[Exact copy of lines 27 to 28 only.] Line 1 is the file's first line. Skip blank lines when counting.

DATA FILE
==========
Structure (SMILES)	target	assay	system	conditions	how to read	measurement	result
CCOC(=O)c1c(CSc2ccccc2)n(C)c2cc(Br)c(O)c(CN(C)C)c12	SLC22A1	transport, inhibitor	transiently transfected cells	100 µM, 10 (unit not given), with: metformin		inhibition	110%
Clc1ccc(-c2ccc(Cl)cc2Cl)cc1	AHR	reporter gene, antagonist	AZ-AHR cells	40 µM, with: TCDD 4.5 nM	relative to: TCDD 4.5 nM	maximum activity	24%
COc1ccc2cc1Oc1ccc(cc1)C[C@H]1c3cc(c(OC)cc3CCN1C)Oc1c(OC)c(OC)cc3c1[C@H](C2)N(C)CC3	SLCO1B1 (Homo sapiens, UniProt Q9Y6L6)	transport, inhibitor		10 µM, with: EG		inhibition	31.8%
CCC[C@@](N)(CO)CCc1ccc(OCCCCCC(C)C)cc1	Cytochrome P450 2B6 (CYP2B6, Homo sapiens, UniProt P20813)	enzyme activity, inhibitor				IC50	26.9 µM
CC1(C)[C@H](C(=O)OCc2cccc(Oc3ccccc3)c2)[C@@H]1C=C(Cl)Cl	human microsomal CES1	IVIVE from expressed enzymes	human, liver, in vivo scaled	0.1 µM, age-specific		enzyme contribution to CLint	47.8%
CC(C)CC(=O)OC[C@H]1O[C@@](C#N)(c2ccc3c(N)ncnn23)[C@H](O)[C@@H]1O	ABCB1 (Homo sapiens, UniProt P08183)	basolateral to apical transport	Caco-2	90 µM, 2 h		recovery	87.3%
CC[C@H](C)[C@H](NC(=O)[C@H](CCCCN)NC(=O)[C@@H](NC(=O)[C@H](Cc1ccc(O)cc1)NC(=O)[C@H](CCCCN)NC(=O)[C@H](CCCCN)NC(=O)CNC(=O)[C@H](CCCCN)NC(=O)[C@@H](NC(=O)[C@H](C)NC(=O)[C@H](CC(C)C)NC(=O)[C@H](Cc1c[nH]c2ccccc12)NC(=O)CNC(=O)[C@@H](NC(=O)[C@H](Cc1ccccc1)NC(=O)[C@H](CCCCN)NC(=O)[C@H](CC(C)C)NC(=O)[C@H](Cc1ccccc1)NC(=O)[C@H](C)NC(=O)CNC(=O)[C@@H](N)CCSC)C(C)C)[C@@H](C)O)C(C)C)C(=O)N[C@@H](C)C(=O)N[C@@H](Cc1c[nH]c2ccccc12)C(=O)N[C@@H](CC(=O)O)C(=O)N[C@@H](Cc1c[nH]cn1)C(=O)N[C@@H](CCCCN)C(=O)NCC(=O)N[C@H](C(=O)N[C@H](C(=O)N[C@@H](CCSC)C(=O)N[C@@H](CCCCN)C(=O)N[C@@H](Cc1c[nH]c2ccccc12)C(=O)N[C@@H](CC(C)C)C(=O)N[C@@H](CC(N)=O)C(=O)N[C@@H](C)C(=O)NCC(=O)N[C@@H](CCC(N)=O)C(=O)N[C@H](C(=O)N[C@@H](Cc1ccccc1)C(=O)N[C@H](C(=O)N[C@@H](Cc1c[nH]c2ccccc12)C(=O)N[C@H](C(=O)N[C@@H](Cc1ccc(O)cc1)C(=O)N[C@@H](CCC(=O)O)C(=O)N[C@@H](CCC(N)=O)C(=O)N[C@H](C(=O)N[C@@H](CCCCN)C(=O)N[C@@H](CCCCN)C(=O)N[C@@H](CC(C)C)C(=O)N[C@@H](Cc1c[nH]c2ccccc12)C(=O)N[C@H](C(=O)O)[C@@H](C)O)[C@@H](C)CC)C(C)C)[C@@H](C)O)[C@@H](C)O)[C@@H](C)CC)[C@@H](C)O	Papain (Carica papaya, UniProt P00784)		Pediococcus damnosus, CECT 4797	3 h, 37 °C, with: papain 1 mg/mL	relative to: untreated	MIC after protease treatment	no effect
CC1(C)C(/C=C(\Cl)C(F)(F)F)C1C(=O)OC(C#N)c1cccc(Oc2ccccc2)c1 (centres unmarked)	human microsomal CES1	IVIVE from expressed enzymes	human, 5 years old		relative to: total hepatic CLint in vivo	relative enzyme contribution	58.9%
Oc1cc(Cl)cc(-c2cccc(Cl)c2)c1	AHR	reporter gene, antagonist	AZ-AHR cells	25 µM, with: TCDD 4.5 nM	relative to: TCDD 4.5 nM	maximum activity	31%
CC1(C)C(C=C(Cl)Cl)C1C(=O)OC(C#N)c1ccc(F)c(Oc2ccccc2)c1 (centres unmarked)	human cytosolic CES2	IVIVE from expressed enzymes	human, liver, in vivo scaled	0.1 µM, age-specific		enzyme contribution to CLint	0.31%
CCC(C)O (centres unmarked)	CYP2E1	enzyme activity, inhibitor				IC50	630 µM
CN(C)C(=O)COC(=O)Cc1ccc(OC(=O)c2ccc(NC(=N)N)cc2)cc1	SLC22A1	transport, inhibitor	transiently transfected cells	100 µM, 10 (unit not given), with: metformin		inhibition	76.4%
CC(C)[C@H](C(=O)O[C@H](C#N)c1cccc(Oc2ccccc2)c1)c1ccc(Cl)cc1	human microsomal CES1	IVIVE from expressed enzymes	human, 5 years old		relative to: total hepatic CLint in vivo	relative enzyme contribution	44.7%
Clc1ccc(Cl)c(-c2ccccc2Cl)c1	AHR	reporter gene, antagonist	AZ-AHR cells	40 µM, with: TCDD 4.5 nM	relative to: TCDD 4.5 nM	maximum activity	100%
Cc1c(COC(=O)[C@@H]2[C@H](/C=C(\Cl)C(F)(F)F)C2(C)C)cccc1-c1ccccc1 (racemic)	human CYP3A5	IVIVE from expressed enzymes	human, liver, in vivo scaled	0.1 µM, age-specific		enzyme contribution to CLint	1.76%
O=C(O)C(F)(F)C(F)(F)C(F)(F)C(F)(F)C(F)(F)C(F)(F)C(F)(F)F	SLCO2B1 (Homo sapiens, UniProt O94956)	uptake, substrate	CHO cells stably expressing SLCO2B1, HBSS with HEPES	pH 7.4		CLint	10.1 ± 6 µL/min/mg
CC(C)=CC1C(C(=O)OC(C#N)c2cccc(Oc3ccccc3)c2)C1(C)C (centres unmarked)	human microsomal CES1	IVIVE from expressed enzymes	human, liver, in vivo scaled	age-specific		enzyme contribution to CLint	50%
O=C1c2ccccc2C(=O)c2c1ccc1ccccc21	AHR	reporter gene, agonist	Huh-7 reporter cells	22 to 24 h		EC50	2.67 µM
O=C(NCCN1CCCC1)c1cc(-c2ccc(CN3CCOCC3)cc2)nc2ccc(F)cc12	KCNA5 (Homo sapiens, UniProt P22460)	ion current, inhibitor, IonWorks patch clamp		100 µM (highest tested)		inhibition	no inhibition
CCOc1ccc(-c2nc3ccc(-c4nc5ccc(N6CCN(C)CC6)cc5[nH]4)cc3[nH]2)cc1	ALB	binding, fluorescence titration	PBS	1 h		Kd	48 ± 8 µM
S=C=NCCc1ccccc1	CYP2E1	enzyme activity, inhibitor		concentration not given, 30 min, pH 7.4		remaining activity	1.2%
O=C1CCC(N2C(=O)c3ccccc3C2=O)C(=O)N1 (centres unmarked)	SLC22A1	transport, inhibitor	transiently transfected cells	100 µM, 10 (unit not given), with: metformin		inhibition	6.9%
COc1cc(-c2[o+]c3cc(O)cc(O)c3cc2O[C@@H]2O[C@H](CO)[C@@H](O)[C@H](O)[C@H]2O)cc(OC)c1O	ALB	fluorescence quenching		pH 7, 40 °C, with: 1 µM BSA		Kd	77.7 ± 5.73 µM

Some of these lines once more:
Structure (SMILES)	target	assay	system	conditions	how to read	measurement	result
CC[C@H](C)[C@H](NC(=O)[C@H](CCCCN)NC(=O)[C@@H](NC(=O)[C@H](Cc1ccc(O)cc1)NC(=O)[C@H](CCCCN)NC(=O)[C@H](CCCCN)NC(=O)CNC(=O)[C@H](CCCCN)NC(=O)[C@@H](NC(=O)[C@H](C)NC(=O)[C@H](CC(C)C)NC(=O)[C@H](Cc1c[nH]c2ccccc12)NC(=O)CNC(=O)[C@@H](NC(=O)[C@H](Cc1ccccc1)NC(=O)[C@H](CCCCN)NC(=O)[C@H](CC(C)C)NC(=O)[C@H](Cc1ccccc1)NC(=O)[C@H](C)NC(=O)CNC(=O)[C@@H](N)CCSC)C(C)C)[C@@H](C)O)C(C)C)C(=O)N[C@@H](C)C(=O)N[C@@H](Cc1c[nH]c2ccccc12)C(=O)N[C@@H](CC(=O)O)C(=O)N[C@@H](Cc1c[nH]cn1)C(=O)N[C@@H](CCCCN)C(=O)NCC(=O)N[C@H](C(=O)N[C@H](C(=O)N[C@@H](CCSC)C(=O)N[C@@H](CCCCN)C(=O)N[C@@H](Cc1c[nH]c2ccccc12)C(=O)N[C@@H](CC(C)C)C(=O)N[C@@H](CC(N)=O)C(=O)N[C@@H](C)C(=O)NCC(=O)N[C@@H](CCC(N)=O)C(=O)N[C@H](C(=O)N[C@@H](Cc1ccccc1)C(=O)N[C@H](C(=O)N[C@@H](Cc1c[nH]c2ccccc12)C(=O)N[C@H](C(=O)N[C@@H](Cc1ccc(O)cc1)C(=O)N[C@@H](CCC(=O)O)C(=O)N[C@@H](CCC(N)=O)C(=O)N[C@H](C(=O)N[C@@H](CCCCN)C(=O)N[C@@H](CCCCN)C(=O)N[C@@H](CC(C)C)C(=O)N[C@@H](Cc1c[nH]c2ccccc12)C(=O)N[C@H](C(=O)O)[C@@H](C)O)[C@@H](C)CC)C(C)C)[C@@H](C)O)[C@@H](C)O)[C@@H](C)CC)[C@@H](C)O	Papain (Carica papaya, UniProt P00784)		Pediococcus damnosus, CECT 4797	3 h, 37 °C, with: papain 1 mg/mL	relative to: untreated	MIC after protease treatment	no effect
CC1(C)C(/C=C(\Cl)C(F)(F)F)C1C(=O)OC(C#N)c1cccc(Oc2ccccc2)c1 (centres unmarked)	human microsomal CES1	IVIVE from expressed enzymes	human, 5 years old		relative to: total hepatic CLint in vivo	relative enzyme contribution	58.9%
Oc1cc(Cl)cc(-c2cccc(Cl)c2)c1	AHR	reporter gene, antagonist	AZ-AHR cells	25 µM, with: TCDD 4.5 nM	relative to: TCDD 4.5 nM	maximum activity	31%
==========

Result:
CC[C@H](C)[C@H](NC(=O)[C@H](CCCCN)NC(=O)[C@@H](NC(=O)[C@H](Cc1ccc(O)cc1)NC(=O)[C@H](CCCCN)NC(=O)[C@H](CCCCN)NC(=O)CNC(=O)[C@H](CCCCN)NC(=O)[C@@H](NC(=O)[C@H](C)NC(=O)[C@H](CC(C)C)NC(=O)[C@H](Cc1c[nH]c2ccccc12)NC(=O)CNC(=O)[C@@H](NC(=O)[C@H](Cc1ccccc1)NC(=O)[C@H](CCCCN)NC(=O)[C@H](CC(C)C)NC(=O)[C@H](Cc1ccccc1)NC(=O)[C@H](C)NC(=O)CNC(=O)[C@@H](N)CCSC)C(C)C)[C@@H](C)O)C(C)C)C(=O)N[C@@H](C)C(=O)N[C@@H](Cc1c[nH]c2ccccc12)C(=O)N[C@@H](CC(=O)O)C(=O)N[C@@H](Cc1c[nH]cn1)C(=O)N[C@@H](CCCCN)C(=O)NCC(=O)N[C@H](C(=O)N[C@H](C(=O)N[C@@H](CCSC)C(=O)N[C@@H](CCCCN)C(=O)N[C@@H](Cc1c[nH]c2ccccc12)C(=O)N[C@@H](CC(C)C)C(=O)N[C@@H](CC(N)=O)C(=O)N[C@@H](C)C(=O)NCC(=O)N[C@@H](CCC(N)=O)C(=O)N[C@H](C(=O)N[C@@H](Cc1ccccc1)C(=O)N[C@H](C(=O)N[C@@H](Cc1c[nH]c2ccccc12)C(=O)N[C@H](C(=O)N[C@@H](Cc1ccc(O)cc1)C(=O)N[C@@H](CCC(=O)O)C(=O)N[C@@H](CCC(N)=O)C(=O)N[C@H](C(=O)N[C@@H](CCCCN)C(=O)N[C@@H](CCCCN)C(=O)N[C@@H](CC(C)C)C(=O)N[C@@H](Cc1c[nH]c2ccccc12)C(=O)N[C@H](C(=O)O)[C@@H](C)O)[C@@H](C)CC)C(C)C)[C@@H](C)O)[C@@H](C)O)[C@@H](C)CC)[C@@H](C)O	Papain (Carica papaya, UniProt P00784)		Pediococcus damnosus, CECT 4797	3 h, 37 °C, with: papain 1 mg/mL	relative to: untreated	MIC after protease treatment	no effect
CC1(C)C(/C=C(\Cl)C(F)(F)F)C1C(=O)OC(C#N)c1cccc(Oc2ccccc2)c1 (centres unmarked)	human microsomal CES1	IVIVE from expressed enzymes	human, 5 years old		relative to: total hepatic CLint in vivo	relative enzyme contribution	58.9%